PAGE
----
Going to be nose to the grindstone this month, so odds are good that April is going to be full of fairly sparse posts. I'm still committed to writing every weekday, but my available time is going to finally force me to the kind of brevity I've been trying (and failing) to deliver.
So, today here's a small trick for 4e. By now, everyone knows that you can get a huge amount of mileage out of the existing material by reskinning monsters. Similarly, it's not terribly hard to reskin races, powers or many other elements of the game. Because the mechanics are the bedrock of the game, you can make any change you want to the game provided you keep the mechanics unchanged.
So with that in mind, let me propose one fairly drastic reskinning: weapons.
Obviously, it's pretty easy to just invent new weapons that use the stats of existing weapons, but which look and feel different. I'm thinking of something a bit more profound: you can replace weapons entirely with weapon styles.
The idea of weapon styles is pretty simple: you describe them in terms of their color - dirty fighting, martial arts, schools of combat or anything else that seems appropriate. When you do, pick a particular weapon, and use those stats to represent the style. Whatever weapon they use, they'll use the stats of their base weapon.
For Example: The Pirate Style is based off the Rapier (D8/+3, Light Blade) and covers the range of pirate weapons: cutlasses, knives, hooks and belaying pins. Any time the character who is proficient in this style uses one of those weapons, it uses the stats of a rapier.
There are as many potential styles as there are weapons, and a character can use any style that uses the stats of a weapon he's proficient in.
One of the real virtues of a system like this is that it allows a lot of diversity in a game where there is more uniformity of weapons (think Samurai, Roman or Martial Arts stuff) because it still allows a wide range of fighting. Plus, in terms of sheer fun, you get players able to pick the weapon they think looks most cool for their character (or best suits their mini) without stressing about the right weapon being one they don't like. To my mind it also does a nice job of underscoring that it's the warrior that's dangerous, not the weapon.
Handling Special Cases
Dual Weapons - So you have a style in each hand. So long as that style is valid in the off hand, so be it.
Rogues & Daggers (and feats) - If a bonus applies to a weapon, it applies to the style based on the weapon.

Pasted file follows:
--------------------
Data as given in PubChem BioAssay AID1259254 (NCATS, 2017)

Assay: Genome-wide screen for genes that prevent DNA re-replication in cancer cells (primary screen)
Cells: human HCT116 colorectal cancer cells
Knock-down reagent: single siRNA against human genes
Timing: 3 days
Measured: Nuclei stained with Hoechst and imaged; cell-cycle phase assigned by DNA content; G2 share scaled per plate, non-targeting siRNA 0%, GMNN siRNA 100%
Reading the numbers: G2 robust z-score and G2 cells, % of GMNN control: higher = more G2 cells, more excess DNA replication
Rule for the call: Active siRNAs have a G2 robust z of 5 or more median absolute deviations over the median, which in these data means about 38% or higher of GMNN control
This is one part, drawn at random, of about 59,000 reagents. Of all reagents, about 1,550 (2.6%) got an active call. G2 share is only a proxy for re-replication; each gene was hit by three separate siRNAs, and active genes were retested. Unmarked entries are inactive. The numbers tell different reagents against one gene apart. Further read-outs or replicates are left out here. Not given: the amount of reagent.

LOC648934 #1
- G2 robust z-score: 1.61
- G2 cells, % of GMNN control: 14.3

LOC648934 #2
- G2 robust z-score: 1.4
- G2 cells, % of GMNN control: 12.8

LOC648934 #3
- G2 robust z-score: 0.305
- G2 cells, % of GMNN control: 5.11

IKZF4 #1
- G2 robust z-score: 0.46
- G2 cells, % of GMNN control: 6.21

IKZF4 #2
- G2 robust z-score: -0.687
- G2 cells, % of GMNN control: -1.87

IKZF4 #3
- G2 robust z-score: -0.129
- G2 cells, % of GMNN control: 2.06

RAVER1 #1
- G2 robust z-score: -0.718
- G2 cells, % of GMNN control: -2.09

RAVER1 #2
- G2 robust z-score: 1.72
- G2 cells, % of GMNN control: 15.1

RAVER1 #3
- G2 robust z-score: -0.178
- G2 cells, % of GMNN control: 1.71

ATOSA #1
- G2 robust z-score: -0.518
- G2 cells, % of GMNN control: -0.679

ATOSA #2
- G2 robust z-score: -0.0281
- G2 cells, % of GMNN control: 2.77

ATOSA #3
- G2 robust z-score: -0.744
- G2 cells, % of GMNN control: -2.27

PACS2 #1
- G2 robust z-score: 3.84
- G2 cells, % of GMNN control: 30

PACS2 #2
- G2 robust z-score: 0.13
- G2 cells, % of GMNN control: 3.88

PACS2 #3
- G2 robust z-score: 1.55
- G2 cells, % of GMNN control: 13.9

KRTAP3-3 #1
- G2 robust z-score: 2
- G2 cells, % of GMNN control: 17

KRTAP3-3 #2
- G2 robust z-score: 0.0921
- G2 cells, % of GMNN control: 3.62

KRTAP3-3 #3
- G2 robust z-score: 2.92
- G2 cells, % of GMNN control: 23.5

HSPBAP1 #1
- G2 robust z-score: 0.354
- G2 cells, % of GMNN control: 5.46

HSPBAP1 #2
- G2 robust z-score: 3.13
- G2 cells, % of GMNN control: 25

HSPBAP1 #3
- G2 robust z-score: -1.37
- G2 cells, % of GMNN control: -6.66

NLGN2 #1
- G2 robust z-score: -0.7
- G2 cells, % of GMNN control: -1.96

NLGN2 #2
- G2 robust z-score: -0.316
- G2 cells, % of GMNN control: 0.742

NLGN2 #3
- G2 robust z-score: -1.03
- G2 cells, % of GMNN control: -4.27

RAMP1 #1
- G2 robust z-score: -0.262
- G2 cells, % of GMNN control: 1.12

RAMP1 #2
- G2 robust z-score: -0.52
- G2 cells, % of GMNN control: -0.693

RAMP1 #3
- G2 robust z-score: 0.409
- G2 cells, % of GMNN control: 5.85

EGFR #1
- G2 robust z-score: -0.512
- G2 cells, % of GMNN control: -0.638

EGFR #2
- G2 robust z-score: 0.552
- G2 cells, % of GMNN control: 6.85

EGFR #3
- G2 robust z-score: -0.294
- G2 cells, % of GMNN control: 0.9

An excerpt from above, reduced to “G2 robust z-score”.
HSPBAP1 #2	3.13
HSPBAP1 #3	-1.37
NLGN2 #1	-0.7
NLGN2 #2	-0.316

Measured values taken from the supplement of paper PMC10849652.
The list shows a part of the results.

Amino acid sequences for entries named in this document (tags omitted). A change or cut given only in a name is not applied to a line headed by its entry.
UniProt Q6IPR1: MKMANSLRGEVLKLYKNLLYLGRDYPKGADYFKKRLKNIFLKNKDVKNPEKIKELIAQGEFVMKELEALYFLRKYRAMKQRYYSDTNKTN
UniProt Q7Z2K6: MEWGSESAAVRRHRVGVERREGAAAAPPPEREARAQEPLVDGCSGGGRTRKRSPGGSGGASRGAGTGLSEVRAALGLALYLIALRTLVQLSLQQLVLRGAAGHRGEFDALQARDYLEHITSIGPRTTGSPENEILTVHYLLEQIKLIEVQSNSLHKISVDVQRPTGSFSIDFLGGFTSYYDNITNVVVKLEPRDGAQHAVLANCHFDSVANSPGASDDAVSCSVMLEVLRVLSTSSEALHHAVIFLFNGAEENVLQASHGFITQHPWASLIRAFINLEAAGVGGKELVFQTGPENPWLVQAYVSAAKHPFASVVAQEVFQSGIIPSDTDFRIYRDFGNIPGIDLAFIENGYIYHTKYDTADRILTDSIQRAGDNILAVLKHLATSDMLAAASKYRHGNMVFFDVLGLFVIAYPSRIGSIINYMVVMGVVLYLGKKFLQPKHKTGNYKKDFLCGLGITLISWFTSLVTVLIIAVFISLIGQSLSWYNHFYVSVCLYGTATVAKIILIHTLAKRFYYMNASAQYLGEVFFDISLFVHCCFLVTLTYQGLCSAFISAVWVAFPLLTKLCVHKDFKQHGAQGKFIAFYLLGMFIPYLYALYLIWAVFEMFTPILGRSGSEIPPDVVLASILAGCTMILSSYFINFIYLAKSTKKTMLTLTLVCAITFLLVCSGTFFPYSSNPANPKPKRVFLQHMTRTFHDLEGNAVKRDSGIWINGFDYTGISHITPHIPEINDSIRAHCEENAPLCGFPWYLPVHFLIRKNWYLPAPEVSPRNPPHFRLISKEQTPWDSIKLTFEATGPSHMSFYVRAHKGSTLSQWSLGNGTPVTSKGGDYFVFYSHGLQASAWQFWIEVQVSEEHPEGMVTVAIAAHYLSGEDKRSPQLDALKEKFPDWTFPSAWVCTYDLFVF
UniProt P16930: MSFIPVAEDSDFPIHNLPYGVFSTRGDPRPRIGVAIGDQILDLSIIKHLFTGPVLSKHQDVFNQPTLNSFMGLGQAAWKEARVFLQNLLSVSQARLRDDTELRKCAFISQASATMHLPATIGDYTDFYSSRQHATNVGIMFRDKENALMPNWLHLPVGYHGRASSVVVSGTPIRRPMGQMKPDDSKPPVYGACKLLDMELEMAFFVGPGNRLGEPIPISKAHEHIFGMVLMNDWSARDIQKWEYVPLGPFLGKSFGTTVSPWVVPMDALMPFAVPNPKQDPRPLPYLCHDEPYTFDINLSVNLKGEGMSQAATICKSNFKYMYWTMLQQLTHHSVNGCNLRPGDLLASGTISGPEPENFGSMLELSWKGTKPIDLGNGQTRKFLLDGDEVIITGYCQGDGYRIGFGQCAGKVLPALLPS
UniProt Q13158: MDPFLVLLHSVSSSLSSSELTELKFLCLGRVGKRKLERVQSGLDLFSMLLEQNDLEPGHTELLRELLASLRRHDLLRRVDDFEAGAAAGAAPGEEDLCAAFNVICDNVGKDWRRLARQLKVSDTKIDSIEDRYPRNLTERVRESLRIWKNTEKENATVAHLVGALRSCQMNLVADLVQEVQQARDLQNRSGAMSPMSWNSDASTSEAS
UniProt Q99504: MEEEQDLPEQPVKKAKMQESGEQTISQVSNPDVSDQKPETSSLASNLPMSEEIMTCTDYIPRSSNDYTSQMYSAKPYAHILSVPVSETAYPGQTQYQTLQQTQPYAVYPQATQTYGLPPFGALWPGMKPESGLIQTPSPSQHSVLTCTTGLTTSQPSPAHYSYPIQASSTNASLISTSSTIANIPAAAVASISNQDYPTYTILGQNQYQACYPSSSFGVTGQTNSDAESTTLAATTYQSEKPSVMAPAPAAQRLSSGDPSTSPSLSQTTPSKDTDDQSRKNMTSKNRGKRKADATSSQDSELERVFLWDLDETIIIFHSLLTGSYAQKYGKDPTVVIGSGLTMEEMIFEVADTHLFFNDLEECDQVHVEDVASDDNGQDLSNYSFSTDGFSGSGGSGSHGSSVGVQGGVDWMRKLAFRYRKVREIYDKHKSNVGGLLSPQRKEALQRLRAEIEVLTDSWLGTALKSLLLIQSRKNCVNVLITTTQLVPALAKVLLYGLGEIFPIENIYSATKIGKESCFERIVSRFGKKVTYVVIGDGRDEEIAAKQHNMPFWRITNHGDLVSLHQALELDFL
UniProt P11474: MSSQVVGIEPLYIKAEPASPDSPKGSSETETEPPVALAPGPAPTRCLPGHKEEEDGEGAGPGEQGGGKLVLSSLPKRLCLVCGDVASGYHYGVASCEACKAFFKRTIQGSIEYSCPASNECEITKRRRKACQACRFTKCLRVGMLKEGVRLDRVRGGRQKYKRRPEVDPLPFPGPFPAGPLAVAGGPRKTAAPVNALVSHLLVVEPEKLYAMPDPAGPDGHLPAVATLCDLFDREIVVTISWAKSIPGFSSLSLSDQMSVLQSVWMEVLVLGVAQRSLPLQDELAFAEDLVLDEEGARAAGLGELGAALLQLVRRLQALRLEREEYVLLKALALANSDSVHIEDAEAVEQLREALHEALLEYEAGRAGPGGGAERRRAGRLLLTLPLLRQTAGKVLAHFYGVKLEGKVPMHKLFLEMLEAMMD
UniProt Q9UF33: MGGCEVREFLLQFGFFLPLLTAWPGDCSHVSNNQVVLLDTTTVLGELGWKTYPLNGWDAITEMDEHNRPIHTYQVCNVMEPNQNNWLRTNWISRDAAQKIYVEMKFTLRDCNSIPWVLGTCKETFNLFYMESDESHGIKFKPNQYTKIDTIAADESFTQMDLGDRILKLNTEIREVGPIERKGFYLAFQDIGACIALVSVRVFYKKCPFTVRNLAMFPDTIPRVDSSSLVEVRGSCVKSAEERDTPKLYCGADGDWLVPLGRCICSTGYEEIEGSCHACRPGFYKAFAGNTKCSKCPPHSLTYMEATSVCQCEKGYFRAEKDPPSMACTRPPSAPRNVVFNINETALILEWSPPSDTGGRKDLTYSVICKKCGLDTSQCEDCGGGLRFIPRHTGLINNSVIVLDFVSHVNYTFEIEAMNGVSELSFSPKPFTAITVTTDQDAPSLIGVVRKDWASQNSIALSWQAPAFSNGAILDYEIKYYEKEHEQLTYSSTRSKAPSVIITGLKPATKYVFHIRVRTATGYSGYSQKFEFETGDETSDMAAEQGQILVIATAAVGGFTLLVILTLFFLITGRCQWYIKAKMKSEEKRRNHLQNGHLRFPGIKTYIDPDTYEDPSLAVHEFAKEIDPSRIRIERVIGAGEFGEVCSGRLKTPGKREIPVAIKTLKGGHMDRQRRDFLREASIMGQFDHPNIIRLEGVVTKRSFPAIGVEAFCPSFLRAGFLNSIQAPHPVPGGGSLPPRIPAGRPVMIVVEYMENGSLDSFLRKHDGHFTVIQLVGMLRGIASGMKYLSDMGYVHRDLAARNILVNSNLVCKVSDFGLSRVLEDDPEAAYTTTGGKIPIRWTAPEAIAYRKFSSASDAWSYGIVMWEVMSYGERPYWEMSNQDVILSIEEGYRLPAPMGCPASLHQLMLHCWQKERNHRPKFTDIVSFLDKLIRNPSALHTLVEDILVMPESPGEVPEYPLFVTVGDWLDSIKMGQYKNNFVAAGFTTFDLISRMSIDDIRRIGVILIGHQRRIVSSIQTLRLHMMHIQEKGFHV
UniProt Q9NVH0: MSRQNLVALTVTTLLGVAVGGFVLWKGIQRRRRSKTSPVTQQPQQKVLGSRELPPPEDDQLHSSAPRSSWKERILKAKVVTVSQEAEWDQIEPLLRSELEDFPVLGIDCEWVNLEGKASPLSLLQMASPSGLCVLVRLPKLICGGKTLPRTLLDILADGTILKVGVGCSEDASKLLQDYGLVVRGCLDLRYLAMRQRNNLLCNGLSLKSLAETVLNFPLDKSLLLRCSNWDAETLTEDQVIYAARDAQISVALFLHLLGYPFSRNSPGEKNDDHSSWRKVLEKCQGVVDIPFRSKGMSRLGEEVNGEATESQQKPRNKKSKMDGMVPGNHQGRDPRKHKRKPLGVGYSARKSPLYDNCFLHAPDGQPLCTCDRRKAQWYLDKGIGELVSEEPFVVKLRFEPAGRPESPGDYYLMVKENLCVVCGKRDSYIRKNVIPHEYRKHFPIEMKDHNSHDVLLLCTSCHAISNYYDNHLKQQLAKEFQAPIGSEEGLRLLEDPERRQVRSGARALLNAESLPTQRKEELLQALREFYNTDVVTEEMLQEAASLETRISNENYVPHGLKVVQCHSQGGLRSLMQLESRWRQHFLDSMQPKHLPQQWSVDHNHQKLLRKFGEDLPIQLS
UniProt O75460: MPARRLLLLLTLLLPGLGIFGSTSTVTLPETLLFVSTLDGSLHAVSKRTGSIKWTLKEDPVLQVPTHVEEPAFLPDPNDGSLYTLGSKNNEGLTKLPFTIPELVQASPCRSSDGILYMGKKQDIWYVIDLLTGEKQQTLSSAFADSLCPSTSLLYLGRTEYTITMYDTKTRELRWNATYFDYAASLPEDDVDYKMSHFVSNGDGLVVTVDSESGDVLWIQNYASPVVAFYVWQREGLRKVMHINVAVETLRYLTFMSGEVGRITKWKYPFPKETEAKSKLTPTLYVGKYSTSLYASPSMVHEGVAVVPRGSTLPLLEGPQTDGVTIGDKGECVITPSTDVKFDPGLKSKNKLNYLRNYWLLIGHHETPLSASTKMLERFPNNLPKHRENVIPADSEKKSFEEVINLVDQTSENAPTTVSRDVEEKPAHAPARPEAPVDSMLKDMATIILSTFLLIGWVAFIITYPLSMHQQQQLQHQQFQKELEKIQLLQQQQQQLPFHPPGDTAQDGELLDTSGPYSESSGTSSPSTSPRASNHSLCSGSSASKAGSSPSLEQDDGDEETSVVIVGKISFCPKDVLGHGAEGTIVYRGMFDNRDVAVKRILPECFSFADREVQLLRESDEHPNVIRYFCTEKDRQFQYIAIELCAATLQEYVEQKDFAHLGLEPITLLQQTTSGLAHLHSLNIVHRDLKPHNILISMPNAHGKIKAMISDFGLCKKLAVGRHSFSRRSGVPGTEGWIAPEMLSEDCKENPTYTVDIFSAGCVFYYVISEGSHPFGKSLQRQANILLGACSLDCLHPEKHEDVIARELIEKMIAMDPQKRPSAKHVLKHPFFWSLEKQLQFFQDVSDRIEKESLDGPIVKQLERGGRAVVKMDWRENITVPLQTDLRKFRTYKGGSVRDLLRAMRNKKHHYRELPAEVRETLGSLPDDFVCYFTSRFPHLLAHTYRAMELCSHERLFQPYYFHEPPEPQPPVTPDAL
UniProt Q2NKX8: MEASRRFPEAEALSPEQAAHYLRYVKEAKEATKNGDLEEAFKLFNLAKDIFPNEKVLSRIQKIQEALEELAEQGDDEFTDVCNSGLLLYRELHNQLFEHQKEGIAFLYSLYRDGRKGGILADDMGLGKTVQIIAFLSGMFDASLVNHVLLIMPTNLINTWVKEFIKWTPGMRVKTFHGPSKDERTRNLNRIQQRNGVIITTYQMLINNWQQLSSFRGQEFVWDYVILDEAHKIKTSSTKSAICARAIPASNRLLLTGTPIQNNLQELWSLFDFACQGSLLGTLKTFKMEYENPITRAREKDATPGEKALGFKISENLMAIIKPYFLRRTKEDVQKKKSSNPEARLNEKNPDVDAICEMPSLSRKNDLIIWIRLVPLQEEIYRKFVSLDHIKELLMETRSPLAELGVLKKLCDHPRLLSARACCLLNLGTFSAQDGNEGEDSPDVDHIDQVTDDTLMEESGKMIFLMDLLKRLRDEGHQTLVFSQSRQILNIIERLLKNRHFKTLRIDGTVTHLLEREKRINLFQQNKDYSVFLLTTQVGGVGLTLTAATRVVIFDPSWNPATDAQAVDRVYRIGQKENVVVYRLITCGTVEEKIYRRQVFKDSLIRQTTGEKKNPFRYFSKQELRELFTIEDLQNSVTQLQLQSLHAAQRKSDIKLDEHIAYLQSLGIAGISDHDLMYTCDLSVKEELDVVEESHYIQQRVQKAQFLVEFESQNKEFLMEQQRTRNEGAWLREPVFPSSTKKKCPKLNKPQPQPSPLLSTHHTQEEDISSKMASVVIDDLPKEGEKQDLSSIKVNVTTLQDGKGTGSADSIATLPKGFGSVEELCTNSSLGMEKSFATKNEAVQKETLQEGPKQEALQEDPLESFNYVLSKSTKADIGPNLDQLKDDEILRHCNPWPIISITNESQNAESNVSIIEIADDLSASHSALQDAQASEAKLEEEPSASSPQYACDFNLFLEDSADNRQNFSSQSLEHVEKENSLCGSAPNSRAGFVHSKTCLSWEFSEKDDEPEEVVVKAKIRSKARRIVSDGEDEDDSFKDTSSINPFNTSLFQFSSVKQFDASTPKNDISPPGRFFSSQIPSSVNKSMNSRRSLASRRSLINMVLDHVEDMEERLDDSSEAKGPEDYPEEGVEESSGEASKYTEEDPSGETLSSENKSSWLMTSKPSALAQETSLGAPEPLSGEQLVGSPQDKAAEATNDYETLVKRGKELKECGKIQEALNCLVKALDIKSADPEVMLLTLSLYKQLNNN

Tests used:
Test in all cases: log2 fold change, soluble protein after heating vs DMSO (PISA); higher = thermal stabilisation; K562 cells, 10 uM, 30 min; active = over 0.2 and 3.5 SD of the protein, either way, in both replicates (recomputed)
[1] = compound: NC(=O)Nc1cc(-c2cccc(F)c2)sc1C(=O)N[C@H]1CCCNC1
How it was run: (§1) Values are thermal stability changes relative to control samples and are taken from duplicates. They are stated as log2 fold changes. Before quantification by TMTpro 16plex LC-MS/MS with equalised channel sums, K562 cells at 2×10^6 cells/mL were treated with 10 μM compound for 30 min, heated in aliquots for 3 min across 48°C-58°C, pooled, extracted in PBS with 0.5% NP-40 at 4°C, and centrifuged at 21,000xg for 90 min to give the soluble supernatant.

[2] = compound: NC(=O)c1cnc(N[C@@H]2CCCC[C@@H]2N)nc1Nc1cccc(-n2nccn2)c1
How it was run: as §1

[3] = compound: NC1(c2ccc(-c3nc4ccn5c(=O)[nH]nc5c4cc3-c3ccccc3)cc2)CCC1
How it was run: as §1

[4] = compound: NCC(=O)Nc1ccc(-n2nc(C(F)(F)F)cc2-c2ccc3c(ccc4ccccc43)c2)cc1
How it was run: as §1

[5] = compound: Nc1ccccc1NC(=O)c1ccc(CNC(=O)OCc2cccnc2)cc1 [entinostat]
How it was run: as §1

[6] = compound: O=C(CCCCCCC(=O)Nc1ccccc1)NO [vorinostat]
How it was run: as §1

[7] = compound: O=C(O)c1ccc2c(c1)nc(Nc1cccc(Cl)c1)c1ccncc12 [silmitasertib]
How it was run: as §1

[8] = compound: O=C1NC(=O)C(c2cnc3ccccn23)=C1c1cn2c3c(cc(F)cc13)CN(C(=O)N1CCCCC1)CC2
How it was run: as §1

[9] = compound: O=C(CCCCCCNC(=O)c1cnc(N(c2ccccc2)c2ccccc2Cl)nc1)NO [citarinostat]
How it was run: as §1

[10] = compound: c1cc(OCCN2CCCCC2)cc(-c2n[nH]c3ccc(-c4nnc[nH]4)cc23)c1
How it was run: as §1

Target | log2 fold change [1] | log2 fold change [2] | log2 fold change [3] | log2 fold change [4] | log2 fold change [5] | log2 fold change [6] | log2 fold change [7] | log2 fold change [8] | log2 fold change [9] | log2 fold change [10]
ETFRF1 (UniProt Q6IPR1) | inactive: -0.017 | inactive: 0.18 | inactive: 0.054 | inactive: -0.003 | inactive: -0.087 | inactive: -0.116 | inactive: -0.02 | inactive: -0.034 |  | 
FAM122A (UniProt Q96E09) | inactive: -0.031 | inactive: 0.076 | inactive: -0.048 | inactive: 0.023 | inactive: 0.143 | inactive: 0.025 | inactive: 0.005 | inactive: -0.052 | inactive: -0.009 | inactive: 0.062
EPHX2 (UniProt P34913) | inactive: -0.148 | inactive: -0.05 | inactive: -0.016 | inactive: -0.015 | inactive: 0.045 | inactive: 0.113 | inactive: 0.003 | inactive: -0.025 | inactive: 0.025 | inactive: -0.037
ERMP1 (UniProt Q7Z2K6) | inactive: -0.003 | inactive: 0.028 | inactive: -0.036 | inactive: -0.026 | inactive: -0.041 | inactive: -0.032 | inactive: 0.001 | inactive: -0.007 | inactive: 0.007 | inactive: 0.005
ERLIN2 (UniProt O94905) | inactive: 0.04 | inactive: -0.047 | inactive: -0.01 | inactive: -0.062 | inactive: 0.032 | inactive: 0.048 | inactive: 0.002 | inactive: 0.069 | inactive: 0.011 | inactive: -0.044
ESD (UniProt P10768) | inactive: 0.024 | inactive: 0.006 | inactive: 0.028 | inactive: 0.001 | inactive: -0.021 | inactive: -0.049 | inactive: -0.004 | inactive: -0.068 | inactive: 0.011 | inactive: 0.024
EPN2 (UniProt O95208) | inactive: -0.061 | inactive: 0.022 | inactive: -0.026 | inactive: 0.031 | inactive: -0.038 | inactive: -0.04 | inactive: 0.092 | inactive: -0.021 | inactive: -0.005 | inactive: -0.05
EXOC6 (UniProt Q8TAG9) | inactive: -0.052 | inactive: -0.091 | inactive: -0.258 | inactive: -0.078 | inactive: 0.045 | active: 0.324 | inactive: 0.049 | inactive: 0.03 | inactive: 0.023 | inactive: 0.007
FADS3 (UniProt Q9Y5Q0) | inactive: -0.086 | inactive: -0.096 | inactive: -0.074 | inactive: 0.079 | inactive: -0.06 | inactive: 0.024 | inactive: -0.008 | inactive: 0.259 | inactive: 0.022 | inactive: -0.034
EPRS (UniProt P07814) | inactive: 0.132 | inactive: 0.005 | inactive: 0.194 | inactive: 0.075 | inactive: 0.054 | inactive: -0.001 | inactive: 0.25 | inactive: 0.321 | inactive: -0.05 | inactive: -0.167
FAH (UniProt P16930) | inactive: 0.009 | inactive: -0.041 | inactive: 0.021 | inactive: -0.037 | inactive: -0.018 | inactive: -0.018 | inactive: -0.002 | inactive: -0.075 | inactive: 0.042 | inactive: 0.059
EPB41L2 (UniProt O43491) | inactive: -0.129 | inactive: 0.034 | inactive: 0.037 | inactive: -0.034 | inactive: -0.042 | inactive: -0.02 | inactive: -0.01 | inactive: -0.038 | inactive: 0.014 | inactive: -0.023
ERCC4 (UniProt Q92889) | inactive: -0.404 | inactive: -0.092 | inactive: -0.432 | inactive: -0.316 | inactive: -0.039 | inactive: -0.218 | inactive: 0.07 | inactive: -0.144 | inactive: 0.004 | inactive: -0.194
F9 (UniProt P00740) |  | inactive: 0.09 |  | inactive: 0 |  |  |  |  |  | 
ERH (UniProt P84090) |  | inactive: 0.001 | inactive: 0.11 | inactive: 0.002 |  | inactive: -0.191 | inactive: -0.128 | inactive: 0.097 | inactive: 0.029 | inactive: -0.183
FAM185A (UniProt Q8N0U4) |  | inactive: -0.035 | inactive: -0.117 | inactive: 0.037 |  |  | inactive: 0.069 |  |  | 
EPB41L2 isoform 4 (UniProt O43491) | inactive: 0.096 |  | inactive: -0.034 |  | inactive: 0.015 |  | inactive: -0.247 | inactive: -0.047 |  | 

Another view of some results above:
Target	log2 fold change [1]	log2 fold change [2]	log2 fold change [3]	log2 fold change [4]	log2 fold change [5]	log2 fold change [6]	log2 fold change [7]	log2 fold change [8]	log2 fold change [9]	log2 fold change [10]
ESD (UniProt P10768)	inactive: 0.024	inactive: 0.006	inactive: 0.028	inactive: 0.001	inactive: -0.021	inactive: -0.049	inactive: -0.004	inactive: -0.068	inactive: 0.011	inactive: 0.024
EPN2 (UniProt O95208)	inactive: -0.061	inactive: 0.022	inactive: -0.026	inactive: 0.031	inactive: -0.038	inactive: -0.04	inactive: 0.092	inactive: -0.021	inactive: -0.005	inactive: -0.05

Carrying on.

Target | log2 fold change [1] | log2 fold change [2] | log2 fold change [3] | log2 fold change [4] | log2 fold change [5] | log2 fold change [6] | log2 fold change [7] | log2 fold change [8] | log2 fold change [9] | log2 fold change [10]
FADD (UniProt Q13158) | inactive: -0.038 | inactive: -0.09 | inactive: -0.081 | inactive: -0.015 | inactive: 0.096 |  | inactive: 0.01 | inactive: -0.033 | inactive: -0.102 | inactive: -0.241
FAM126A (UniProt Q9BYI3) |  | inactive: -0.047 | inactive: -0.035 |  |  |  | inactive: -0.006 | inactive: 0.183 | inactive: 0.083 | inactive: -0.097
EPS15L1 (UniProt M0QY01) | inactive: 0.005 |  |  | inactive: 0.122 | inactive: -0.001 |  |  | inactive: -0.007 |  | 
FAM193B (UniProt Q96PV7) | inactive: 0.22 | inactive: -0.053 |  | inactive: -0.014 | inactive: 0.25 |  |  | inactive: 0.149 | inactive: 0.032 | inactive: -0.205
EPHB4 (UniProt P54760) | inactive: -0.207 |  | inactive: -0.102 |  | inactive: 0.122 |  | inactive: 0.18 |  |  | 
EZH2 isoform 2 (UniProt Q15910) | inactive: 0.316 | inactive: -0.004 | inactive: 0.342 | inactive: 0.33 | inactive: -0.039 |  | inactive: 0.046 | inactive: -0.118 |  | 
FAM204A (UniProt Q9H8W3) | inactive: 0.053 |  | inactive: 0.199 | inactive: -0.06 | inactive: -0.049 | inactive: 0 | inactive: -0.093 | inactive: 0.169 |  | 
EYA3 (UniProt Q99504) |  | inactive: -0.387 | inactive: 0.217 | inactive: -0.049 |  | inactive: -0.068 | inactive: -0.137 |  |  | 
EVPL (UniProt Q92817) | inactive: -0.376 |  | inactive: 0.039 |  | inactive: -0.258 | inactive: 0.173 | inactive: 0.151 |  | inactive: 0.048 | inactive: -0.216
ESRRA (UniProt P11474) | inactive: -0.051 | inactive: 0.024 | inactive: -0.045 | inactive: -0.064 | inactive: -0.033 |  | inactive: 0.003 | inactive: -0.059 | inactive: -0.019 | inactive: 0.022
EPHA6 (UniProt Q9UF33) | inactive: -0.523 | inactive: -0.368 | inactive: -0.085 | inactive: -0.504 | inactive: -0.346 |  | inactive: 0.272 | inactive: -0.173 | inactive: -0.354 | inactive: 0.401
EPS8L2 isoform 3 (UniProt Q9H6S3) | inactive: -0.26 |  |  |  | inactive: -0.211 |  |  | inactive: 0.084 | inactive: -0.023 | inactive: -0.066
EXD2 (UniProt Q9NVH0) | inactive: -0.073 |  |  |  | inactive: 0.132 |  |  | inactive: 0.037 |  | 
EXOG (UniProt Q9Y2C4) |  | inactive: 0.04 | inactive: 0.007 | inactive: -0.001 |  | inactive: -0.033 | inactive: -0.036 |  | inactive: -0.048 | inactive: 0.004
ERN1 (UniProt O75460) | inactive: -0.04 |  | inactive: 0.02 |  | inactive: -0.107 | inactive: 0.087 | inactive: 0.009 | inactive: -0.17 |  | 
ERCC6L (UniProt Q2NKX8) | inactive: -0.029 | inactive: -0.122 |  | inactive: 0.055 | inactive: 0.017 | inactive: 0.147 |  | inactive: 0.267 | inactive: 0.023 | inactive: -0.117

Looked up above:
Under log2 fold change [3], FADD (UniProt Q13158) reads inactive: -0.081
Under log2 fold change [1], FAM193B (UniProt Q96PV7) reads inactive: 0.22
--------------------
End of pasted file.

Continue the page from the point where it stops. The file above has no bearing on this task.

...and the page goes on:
Magic Weapons - Given that magic weapon abilities are just layered on top of the weapon stats, there should be no real problems with that.
Changing Styles - An interesting question: Can the character change styles midfight? I would totally say "yes" and just make the action equivalent to drawing a new weapon.
Kung Fu - Yes, you could do this to make an entirely martial arts game. Yes, that would be awesome. Yes that would also kind of undercut the monk. In my mind, that is too bad for the monk.
1- For the unfamiliar, this means using the stats of a monster but changing its description entirely to suit your needs. You need creepy shadow cultists? Use the Displacer Beast's abilities, and just describe the attacks as bolts of shadow or something similar. If you're not doing this, you'll be amazed to see how much easier it makes the GM's life.
2 - This means that characters can swap pretty freely among simple and martial weapons, and most of the interesting stuff is in the domain of Exotic Weapon Proficiencies
3 - That, by the way, reveals the really simple way to do this. When a character grabs a weapon, he picks its stats from anything of the same category. You want your dwarf to have an axe but with longsword stats? Done. You pick up an exotic weapon proficiency for your staff fighter and make staff stats match Bastard Sword stats? Done.
4 - Yes, this means dwarves and elves and other folks with those cool racial weapons get a little more flexibility, but honestly, they're already pretty twinky.
5 - A more ambitious model might be to tie the magic to the style (which is to say, to tie it to the character, so that the character learns "+2 Flaming" and anything he picks up bursts into flame and gets a +2 bonus. Instead of finding new weapons, he finds the runes to let him learn new "magical styles") but that's the tip of a MUCH bigger iceberg.